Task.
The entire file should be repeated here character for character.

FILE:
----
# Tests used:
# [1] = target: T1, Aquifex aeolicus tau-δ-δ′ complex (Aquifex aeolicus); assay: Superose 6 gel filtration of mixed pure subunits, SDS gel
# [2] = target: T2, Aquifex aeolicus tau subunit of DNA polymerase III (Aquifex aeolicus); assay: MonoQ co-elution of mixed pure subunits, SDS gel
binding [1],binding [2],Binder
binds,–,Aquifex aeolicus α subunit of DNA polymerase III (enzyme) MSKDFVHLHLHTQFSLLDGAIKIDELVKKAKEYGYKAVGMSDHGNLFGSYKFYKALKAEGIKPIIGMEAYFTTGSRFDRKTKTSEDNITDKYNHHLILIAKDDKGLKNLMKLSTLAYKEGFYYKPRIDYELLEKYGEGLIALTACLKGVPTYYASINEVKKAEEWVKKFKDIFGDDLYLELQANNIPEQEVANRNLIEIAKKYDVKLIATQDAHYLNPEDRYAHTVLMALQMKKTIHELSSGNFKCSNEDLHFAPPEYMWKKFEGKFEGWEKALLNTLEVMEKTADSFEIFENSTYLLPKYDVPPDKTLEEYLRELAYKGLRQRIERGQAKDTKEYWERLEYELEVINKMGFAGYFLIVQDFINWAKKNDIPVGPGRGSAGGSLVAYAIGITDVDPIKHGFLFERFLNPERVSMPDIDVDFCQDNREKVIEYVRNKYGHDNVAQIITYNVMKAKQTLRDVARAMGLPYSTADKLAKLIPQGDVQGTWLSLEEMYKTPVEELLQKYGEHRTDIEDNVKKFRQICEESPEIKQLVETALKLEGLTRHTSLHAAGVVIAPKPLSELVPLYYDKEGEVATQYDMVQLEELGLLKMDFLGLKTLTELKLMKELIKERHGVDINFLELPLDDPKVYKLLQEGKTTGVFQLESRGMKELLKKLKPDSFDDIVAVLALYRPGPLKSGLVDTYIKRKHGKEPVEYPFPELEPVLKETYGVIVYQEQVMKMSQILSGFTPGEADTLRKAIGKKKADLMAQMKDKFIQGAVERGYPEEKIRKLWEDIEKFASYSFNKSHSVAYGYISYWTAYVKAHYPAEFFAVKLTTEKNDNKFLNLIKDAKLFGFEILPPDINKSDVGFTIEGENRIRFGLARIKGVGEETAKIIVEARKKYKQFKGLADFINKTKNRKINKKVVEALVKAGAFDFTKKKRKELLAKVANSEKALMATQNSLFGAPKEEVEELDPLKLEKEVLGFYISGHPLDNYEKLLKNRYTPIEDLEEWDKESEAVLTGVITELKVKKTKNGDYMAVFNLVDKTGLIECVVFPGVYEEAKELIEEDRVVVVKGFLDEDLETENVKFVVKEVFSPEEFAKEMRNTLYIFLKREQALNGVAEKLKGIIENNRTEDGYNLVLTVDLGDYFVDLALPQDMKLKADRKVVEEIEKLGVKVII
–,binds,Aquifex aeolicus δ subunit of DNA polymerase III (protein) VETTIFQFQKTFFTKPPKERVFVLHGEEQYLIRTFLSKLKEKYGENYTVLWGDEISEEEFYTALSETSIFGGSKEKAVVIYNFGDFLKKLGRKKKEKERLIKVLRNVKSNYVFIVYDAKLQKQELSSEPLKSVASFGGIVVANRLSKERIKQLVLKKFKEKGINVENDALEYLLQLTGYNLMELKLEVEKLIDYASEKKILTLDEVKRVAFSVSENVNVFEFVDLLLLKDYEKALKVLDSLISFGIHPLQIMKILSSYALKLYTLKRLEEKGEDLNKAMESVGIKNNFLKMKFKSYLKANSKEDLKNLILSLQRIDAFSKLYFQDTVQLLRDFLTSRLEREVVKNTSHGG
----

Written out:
# Tests used:
# [1] = target: T1, Aquifex aeolicus tau-δ-δ′ complex (Aquifex aeolicus); assay: Superose 6 gel filtration of mixed pure subunits, SDS gel
# [2] = target: T2, Aquifex aeolicus tau subunit of DNA polymerase III (Aquifex aeolicus); assay: MonoQ co-elution of mixed pure subunits, SDS gel
binding [1],binding [2],Binder
binds,–,Aquifex aeolicus α subunit of DNA polymerase III (enzyme) MSKDFVHLHLHTQFSLLDGAIKIDELVKKAKEYGYKAVGMSDHGNLFGSYKFYKALKAEGIKPIIGMEAYFTTGSRFDRKTKTSEDNITDKYNHHLILIAKDDKGLKNLMKLSTLAYKEGFYYKPRIDYELLEKYGEGLIALTACLKGVPTYYASINEVKKAEEWVKKFKDIFGDDLYLELQANNIPEQEVANRNLIEIAKKYDVKLIATQDAHYLNPEDRYAHTVLMALQMKKTIHELSSGNFKCSNEDLHFAPPEYMWKKFEGKFEGWEKALLNTLEVMEKTADSFEIFENSTYLLPKYDVPPDKTLEEYLRELAYKGLRQRIERGQAKDTKEYWERLEYELEVINKMGFAGYFLIVQDFINWAKKNDIPVGPGRGSAGGSLVAYAIGITDVDPIKHGFLFERFLNPERVSMPDIDVDFCQDNREKVIEYVRNKYGHDNVAQIITYNVMKAKQTLRDVARAMGLPYSTADKLAKLIPQGDVQGTWLSLEEMYKTPVEELLQKYGEHRTDIEDNVKKFRQICEESPEIKQLVETALKLEGLTRHTSLHAAGVVIAPKPLSELVPLYYDKEGEVATQYDMVQLEELGLLKMDFLGLKTLTELKLMKELIKERHGVDINFLELPLDDPKVYKLLQEGKTTGVFQLESRGMKELLKKLKPDSFDDIVAVLALYRPGPLKSGLVDTYIKRKHGKEPVEYPFPELEPVLKETYGVIVYQEQVMKMSQILSGFTPGEADTLRKAIGKKKADLMAQMKDKFIQGAVERGYPEEKIRKLWEDIEKFASYSFNKSHSVAYGYISYWTAYVKAHYPAEFFAVKLTTEKNDNKFLNLIKDAKLFGFEILPPDINKSDVGFTIEGENRIRFGLARIKGVGEETAKIIVEARKKYKQFKGLADFINKTKNRKINKKVVEALVKAGAFDFTKKKRKELLAKVANSEKALMATQNSLFGAPKEEVEELDPLKLEKEVLGFYISGHPLDNYEKLLKNRYTPIEDLEEWDKESEAVLTGVITELKVKKTKNGDYMAVFNLVDKTGLIECVVFPGVYEEAKELIEEDRVVVVKGFLDEDLETENVKFVVKEVFSPEEFAKEMRNTLYIFLKREQALNGVAEKLKGIIENNRTEDGYNLVLTVDLGDYFVDLALPQDMKLKADRKVVEEIEKLGVKVII
–,binds,Aquifex aeolicus δ subunit of DNA polymerase III (protein) VETTIFQFQKTFFTKPPKERVFVLHGEEQYLIRTFLSKLKEKYGENYTVLWGDEISEEEFYTALSETSIFGGSKEKAVVIYNFGDFLKKLGRKKKEKERLIKVLRNVKSNYVFIVYDAKLQKQELSSEPLKSVASFGGIVVANRLSKERIKQLVLKKFKEKGINVENDALEYLLQLTGYNLMELKLEVEKLIDYASEKKILTLDEVKRVAFSVSENVNVFEFVDLLLLKDYEKALKVLDSLISFGIHPLQIMKILSSYALKLYTLKRLEEKGEDLNKAMESVGIKNNFLKMKFKSYLKANSKEDLKNLILSLQRIDAFSKLYFQDTVQLLRDFLTSRLEREVVKNTSHGG